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SALT - Multi-State Income and Franchise Tax

Plan to Minimize Multi-State Taxes
States do not use a standard tax system when imposing their taxes on business entities. Differences occur according to the type of tax imposed, the base on which the tax is assessed, the type of return required, which entities are included in the return, how receipts are divided among the states, and when returns are due.

With virtually every state imposing its own version of an income, franchise, or privilege tax, the multi-state entity's greatest asset is knowledge. If your business has advance knowledge of state tax laws, you can plan properly to minimize or eliminate additional tax costs.

Nexus: The Cause of State Concern
If your company has a minimal presence, or nexus, in a state, that state may legally impose their particular tax laws on your business. A Federal Public Law and a U.S. Supreme Court case establish some uniformity to state income tax nexus. However, the limitations on a state's ability to tax protect only pure solicitation activities, and only if the items sold are tangible in nature. If these conditions are met, an out-of-state business entity may actually have a resident sales employee or independent sales rep residing in a state without being required to file that states' income tax return.

Other physical presence or in-state activity performed by either an employee or an independent agent will create an income tax filing requirement. Examples of in-state activities that would create a filing requirement include:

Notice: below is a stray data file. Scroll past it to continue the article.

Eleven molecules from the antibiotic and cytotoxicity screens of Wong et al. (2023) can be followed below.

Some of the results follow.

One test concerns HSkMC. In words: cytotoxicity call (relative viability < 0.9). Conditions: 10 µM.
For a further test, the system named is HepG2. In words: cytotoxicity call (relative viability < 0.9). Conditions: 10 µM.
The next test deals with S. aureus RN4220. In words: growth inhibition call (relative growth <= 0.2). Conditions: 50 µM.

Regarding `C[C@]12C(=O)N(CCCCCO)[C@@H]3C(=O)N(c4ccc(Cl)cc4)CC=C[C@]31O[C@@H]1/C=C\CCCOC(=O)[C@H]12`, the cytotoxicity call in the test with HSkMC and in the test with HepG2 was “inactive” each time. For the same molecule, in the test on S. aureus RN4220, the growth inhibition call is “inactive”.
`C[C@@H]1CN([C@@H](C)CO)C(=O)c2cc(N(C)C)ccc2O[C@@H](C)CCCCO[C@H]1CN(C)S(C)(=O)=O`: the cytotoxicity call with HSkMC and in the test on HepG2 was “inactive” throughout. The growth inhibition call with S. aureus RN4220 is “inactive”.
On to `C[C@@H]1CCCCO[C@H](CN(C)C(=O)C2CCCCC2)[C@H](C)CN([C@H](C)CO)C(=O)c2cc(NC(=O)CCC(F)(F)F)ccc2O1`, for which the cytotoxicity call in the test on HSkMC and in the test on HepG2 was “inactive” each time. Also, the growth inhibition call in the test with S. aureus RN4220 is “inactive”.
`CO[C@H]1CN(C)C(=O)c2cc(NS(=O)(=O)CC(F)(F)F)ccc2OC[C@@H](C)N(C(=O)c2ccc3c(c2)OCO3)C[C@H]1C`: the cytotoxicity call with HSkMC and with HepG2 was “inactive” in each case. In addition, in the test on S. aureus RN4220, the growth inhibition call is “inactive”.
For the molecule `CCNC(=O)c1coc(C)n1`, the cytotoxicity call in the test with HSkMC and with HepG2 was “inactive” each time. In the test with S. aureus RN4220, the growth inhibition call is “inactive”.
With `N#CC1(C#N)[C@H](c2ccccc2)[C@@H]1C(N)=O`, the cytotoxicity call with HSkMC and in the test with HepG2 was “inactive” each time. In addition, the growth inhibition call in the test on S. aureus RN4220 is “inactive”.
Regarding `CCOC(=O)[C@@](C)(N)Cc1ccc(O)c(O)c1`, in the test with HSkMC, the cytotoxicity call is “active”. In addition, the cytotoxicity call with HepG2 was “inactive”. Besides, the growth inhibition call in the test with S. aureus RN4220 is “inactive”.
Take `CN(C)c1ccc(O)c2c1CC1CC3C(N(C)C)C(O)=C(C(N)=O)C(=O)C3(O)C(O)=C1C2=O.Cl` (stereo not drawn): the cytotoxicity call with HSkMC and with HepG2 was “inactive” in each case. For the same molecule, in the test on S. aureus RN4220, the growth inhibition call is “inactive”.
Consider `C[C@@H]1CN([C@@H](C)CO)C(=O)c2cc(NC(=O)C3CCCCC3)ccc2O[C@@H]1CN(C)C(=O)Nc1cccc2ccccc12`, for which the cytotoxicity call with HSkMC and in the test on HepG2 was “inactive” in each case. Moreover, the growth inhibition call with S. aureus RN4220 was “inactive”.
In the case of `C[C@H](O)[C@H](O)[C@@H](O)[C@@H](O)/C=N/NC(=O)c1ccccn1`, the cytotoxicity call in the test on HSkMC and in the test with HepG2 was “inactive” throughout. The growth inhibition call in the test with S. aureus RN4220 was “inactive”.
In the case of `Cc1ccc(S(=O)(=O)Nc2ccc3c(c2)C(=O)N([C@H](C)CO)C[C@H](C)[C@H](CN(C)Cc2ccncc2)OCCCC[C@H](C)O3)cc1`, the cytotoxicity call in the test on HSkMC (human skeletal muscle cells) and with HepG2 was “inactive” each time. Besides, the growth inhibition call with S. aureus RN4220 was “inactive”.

• Owning items such as a warehouse or office space, including an employee’s home office 
  • Repairs (including warranties) or installations 
  • In-state inventory whether actual, consigned, or held in a public warehouse. 
  • Ownership of any other property in that state. 
  • Possibly ownership of intangible rights in that state.

Franchise tax is generally a transaction or privilege tax based upon capital values. Its nexus is similar to the income tax standards, with one major exception. Most states will impose their franchise tax obligations on businesses with any physical presence in their state – even a sales person performing pure solicitation activities. Franchise taxes are generally imposed for the privilege of doing business. Therefore, any in-state representation of the out-of-state business entity will normally create a franchise tax reporting obligation.

How We Can Help

  • Nexus reviews 
  • Audit representation 
  • Voluntary disclosure agreements 
  • Relocation analysis 
  • Due diligence analysis related to buy-sell agreements 
  • Corporate restructuring issues and planning (i.e. unitary or apportionment)

The Hedberg Group, LLC is not a licensed CPA firm.

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Gilbert AZ 85299-0592

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